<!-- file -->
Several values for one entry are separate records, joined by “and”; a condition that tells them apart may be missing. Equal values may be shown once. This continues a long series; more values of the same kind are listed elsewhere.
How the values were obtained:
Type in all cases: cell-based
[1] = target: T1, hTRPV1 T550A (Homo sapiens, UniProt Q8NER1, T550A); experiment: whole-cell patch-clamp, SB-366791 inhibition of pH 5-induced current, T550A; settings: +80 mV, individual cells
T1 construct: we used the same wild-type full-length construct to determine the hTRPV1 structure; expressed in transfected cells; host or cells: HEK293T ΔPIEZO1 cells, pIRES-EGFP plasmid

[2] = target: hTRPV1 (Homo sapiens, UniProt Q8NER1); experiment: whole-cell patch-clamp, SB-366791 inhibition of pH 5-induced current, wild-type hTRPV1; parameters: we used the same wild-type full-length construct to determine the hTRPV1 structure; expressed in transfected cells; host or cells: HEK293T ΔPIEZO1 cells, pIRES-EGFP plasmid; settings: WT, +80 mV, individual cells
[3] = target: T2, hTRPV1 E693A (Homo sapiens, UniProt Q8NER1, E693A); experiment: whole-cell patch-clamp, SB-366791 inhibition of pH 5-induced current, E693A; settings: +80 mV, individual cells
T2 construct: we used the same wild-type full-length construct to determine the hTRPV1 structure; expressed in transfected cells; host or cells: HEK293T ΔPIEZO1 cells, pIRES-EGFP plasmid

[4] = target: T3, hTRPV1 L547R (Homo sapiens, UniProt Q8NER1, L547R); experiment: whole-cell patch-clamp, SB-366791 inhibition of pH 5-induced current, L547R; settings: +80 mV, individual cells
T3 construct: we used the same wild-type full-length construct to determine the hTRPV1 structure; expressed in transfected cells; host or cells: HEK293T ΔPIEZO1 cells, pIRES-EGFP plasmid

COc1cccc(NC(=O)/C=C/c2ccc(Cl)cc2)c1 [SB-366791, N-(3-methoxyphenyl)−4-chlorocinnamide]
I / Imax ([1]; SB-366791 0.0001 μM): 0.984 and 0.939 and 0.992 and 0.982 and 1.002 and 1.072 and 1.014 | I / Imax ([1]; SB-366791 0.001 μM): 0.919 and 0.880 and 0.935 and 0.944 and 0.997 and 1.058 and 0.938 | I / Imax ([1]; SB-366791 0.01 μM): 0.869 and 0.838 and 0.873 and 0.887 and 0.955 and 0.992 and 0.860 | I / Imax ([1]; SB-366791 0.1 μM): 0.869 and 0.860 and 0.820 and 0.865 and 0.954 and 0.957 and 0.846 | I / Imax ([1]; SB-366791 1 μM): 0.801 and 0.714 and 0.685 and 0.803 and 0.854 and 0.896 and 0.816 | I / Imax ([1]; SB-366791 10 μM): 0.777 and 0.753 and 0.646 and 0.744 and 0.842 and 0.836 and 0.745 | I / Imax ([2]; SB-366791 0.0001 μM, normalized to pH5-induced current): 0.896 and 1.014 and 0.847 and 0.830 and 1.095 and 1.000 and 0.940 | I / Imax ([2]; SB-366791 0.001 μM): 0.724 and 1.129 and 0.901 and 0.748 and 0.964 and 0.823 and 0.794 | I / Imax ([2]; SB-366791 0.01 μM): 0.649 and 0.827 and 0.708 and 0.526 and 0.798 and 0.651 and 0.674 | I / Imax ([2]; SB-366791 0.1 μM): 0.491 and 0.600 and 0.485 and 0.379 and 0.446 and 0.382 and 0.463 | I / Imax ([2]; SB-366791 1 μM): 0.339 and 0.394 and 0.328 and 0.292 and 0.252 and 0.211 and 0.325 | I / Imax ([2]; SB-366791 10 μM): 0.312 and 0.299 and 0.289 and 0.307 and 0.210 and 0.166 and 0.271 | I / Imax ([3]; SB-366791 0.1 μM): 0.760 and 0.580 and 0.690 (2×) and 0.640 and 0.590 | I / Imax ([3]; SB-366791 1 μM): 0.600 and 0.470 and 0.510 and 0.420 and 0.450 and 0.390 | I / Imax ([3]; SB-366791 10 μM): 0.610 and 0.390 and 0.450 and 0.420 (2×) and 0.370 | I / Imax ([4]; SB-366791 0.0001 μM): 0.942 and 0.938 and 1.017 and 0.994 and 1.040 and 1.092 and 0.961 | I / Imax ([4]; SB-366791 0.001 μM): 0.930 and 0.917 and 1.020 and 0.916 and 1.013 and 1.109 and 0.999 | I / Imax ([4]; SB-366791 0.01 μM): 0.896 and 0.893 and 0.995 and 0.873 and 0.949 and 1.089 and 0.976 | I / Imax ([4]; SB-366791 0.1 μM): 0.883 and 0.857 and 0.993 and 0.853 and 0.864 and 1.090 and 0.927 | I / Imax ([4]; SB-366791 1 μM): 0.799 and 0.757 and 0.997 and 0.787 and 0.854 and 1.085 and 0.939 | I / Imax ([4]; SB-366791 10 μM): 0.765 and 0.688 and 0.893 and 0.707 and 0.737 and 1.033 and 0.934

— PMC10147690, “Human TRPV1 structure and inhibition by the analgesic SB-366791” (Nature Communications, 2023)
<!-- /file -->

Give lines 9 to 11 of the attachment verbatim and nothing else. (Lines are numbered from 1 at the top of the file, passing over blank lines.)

[4] = target: T3, hTRPV1 L547R (Homo sapiens, UniProt Q8NER1, L547R); experiment: whole-cell patch-clamp, SB-366791 inhibition of pH 5-induced current, L547R; settings: +80 mV, individual cells
T3 construct: we used the same wild-type full-length construct to determine the hTRPV1 structure; expressed in transfected cells; host or cells: HEK293T ΔPIEZO1 cells, pIRES-EGFP plasmid

COc1cccc(NC(=O)/C=C/c2ccc(Cl)cc2)c1 [SB-366791, N-(3-methoxyphenyl)−4-chlorocinnamide]